Archive for the ‘Tug’ Category

The highway accident

May 30, 2013

About a month ago I noticed all my stories were gross. Within about 10 days there was a fart, a booger, body odor, a dripping breast and an anal impalement. I could see the theme happening; I just couldn’t get away from it.

This week, I’m noticing a lot of stories about death. I initially put this post aside, but no. I’m giving in to it.

Wednesday I was on the freeway next to a huge cargo truck. We banked to the right and I felt like it was going to tip and crush me. It didn’t.

This is what went through my mind.

Tug, one of the ‘uncles’ we lived with in Boulder, moved in with us when he separated from his wife. He said, “I should have known the marriage was doomed. We were sent a sign.”

They married in Tug’s hometown in Idaho. Fun fact: Tug’s childhood buddy was Pekabo Street, and he lived right next to Ernest Hemingway’s digs.

Tug’s best friend stood up for him as best man. After the wedding, this kid got on the highway to drive back to college. A tire came off of a big truck next to him. I think it crashed through the windshield.

I remember only two details for sure: He was killed, and his mother was following him in her car.

This is one of the many stories I wish I could forget. But everytime I’m next to one of those big trucks, there it is in my mind.

I always imagine the view through the mother’s windshield.

The habanero story

February 4, 2013

Tonight’s story is my husband’s choice.

When we lived in Boulder, there was a gaggle of college boys  — who were old enough to be called men but not mature enough — who were our friends. They all lived in our house on and off, and were like uncles to our babies.

One afternoon we were having a barbecue and Matt brought out a bag of habanero peppers. These are the hottest peppers in the world.

These stupid boys ate those peppers.

Once one of them ate one, they each in turn tried to look more macho.

The barbecue ended fairly early, and it was an ugly night for most.

Our buddy Tug had had his preschool-age son that weekend. The morning after, he was delivering the boy to his mother when the boy was trying to form the story in his mind to report back home.

“Dad, what were those things you were eating last night?”

“Not now, honey.”

Repeat as necessary.

Finally Tug tried to answer. He got “Haba-” out before he puked on the steering wheel.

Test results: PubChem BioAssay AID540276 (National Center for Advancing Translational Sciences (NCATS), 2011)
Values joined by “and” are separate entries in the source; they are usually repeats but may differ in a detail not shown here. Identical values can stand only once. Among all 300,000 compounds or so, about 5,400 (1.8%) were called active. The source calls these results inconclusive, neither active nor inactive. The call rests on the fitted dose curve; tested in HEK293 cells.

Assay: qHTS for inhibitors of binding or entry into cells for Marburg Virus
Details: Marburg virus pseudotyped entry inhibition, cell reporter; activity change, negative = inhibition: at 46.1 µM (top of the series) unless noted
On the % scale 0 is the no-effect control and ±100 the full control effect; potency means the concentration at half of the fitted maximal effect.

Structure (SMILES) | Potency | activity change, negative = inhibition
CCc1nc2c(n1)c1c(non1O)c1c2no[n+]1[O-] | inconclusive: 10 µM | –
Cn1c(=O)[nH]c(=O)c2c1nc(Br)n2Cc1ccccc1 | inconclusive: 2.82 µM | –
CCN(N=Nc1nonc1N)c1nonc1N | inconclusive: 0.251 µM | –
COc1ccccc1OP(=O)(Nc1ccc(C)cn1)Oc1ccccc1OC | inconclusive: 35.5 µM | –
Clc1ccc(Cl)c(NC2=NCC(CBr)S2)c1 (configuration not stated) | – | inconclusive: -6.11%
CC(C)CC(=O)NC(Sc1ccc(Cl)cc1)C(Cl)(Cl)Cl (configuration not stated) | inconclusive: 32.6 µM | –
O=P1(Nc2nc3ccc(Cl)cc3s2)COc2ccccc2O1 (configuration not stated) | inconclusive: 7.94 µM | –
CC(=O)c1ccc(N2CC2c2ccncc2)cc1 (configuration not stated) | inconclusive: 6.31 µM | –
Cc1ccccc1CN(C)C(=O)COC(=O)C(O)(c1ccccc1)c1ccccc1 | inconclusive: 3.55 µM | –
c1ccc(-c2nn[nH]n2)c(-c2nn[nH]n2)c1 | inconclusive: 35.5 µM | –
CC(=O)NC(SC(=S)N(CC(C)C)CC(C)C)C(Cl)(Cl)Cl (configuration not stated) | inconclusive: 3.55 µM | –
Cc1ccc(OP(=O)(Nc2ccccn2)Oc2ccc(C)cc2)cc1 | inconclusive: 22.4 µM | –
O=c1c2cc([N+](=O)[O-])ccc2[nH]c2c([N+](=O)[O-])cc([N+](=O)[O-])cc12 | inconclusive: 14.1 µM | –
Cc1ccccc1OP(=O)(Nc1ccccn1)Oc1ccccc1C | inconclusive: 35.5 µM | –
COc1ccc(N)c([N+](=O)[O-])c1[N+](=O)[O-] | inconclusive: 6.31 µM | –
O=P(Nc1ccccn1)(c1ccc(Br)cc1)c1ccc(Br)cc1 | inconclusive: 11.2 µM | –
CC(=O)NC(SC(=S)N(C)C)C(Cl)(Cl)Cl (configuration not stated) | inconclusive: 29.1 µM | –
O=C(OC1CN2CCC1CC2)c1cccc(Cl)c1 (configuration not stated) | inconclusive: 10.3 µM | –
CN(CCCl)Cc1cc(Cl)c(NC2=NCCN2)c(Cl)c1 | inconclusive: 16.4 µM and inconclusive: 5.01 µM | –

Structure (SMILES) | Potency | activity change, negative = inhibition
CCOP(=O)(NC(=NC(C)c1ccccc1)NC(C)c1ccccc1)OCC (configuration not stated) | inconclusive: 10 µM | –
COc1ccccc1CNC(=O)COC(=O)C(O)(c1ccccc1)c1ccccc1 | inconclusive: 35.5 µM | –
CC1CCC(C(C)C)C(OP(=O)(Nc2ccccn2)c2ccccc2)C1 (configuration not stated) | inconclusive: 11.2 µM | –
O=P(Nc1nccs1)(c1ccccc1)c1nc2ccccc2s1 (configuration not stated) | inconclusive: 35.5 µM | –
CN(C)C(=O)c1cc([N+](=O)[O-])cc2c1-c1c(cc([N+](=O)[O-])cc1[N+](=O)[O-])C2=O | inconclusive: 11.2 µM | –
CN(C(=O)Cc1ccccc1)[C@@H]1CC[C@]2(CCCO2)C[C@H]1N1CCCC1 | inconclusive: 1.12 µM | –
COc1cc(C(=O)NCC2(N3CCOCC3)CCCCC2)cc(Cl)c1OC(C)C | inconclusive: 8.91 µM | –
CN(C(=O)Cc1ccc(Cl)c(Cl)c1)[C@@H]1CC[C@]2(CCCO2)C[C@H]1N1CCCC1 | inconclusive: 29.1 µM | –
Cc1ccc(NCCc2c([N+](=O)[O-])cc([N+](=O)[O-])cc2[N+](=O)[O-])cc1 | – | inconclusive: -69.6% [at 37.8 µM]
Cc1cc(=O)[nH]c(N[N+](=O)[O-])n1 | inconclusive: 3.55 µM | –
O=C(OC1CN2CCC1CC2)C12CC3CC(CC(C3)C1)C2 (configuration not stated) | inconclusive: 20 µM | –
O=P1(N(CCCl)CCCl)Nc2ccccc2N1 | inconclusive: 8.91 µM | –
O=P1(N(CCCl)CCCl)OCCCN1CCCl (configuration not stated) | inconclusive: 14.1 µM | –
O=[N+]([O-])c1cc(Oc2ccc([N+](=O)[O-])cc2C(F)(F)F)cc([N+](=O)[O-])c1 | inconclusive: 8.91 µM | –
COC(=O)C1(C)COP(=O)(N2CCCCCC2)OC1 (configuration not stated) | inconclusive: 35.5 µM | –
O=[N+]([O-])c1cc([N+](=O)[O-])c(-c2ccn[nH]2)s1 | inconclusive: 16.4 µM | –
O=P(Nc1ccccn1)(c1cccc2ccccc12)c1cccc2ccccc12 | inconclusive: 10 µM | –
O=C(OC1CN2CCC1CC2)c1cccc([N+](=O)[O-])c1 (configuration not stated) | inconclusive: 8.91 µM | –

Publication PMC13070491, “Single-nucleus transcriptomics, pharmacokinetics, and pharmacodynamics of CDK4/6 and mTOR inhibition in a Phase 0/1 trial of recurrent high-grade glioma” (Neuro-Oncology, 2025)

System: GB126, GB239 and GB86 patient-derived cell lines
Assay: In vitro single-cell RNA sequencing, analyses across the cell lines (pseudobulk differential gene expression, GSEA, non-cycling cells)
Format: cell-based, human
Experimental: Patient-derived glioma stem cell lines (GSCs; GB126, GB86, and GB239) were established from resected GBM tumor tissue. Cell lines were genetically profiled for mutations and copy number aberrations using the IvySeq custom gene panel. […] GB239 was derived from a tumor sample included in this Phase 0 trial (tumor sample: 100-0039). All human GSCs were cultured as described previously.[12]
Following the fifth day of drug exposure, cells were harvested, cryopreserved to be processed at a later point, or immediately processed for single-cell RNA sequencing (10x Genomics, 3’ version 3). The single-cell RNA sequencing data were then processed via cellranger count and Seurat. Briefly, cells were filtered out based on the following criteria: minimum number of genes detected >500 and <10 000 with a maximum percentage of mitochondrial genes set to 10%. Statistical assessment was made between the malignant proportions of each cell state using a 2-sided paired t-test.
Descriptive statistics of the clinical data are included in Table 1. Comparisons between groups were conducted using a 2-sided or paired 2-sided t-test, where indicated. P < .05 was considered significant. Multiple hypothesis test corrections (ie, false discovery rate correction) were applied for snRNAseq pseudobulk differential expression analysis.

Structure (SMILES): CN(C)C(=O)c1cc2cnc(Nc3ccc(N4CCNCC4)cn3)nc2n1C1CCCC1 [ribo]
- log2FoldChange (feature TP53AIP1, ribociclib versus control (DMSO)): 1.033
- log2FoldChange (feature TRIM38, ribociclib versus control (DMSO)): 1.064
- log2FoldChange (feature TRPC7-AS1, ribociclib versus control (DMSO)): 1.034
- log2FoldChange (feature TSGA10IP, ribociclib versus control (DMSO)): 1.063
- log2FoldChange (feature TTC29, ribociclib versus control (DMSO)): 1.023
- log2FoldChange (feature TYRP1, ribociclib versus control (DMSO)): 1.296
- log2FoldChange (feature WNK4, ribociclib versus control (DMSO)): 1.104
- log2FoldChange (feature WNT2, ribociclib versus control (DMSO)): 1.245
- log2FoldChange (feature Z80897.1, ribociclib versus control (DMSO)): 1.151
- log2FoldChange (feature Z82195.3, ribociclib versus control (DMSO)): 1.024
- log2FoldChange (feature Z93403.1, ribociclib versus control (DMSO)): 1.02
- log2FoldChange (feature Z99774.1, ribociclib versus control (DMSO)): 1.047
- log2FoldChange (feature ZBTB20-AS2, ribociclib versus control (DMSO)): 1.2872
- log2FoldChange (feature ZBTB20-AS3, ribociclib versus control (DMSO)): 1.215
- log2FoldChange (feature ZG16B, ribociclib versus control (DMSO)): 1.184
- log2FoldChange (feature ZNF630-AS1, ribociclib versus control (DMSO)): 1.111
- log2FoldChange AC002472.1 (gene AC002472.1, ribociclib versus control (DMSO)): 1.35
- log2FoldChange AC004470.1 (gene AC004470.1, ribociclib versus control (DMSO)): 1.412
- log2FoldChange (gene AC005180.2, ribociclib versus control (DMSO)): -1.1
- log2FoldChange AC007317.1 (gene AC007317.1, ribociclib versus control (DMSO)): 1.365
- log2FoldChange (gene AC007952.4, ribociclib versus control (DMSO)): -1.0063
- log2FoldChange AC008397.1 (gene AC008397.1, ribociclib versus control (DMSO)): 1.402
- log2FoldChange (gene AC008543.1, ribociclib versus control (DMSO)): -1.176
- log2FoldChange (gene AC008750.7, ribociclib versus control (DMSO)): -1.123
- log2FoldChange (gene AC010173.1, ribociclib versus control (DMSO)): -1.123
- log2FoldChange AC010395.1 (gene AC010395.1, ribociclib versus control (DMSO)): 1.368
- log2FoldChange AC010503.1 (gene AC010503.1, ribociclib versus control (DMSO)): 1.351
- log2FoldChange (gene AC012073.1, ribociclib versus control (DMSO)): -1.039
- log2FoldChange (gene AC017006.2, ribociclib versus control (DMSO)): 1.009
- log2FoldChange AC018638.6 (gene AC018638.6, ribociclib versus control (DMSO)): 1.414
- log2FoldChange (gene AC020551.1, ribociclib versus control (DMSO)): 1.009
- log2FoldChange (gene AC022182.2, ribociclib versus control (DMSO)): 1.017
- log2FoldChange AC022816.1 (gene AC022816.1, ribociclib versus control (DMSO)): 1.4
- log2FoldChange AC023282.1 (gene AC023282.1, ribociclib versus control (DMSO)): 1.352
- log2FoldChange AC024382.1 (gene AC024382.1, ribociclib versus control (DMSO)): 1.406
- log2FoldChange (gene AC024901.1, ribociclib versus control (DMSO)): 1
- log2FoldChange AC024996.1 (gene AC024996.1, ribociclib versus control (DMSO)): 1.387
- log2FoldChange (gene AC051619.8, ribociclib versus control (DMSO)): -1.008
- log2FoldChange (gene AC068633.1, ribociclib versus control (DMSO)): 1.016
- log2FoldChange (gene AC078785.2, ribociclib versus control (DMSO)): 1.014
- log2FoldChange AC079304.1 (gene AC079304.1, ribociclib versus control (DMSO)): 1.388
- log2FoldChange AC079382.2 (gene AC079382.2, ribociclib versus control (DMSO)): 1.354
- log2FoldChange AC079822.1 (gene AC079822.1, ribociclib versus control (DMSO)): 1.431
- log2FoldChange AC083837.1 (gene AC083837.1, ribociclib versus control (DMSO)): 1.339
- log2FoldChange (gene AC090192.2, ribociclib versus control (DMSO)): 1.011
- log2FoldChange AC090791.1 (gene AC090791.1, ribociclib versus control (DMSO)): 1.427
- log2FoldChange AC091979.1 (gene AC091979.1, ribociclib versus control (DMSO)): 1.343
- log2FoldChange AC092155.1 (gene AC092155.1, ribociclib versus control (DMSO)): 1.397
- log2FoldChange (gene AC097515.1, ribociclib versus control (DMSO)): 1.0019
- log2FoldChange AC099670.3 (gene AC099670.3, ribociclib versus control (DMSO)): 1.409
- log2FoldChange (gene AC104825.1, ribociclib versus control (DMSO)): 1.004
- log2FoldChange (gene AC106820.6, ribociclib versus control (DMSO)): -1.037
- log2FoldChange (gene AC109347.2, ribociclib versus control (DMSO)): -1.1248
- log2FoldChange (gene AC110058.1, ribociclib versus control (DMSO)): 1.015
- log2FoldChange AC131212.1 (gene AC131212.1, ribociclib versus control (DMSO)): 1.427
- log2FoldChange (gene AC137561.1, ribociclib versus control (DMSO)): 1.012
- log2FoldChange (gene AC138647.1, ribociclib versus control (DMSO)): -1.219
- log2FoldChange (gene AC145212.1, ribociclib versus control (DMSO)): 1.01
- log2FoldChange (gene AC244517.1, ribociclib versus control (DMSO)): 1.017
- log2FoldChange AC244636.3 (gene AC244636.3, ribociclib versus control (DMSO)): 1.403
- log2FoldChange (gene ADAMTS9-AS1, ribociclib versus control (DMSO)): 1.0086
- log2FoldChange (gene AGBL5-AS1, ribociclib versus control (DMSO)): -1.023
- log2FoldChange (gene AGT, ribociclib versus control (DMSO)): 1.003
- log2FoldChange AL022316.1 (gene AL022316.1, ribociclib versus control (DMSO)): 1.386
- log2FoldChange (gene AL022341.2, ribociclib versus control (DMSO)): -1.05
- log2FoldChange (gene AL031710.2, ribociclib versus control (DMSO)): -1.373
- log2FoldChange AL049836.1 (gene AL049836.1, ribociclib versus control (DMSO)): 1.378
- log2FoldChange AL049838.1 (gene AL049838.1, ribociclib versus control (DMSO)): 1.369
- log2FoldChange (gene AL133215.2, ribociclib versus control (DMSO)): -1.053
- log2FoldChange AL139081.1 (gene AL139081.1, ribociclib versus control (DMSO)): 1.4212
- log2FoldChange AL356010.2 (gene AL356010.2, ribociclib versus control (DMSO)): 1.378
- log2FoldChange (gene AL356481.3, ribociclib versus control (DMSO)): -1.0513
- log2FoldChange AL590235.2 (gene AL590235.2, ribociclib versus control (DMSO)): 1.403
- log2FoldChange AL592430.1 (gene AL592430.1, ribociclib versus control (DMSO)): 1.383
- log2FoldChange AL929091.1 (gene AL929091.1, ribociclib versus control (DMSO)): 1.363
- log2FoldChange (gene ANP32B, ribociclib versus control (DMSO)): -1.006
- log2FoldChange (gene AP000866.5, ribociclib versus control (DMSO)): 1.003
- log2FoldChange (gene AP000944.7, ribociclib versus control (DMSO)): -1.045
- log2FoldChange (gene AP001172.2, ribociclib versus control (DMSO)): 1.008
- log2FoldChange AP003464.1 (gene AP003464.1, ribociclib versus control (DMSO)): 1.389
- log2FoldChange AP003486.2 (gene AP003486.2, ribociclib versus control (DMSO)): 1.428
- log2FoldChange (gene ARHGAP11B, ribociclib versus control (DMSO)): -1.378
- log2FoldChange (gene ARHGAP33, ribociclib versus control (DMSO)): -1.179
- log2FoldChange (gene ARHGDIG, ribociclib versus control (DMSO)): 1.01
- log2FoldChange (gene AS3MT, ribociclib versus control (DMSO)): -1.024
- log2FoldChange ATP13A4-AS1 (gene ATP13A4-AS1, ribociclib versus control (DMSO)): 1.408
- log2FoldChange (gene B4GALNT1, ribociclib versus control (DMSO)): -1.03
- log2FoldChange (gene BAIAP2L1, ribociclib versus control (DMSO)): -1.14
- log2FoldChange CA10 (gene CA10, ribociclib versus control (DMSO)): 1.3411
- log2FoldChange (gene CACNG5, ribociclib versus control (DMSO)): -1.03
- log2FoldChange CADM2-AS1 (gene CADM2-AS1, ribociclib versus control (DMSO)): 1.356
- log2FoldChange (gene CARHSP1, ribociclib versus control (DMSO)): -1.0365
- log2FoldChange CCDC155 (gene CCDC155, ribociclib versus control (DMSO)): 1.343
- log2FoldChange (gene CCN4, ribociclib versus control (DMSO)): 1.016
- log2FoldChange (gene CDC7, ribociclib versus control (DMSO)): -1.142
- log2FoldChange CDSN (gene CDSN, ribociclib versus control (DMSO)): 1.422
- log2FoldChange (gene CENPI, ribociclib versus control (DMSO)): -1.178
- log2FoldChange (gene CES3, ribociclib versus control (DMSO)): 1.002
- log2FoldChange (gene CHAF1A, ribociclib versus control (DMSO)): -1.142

Tug was the most macho.

The cookie contest story

July 25, 2012

My daughter got a kitten for her birthday. The kitten wants to be carried around all the time.

“I have to do everything one-handed,” my daughter said.

“I did everything one-handed for three years,” I told her. “And babies are heavier than kittens, and complain more when you try to set them down.”

When my daughter was a baby I had made some comment to the guys who lived with us about having to do everything one-handed — probably I was bragging about how good I gotten at it. This ended with Uncle Jer and me having a cookie-making contest.

I had to hold the baby and he had to hold a large sack of flour, no setting it down. The Uncles took seats at the kitchen table and gave us an “on your mark, get set, go.”

While I was practiced at things like pouring vanilla into a measuring spoon, Jer just dumped some in the dough willy nilly. And my cookies had the advantage of being eggshell-free.

In the end, I won for skill; Jer won for comedy; and the Uncles won two batches of chocolate-chip cookies.

click here for photo

The lemon-drop story

April 12, 2012

When I realized I was pregnant with my daughter, my husband was preparing for an exam, the final step in getting his master’s degree.

He had had a vasectomy six weeks before, but hadn’t gotten the go ahead from the doctor. That’ll teach him.

At best, I predicted, he would be too distracted to study. At best was bad. He had even sent me and our son to California during spring break so he could concentrate.

I didn’t want to think about at worst.

Uncle Jer, one of our friends who lived with us, knew. He caught me throwing up.

Uncle Tug lived with us too. One night he said, “I think I’m coming down with you’ve got. My stomach is a little upset.” I kept a straight face.

I was waiting until after my husband’s test to break the news. That meant keeping the secret for a month.

On Easter night we sat around the dining table playing M&M poker. Uncle Jer was making lemon drops.

He passed shots of vodka to whoever won a hand.

I was concerned. I had a full house.

Jer waited until my husband looked away. He gave me a trust-me smile as he pulled a different Absolut Citron bottle from under his seat.

I did shots of water and chased them with sugared lemon wedges.

And in my sobriety, I won all the M&Ms.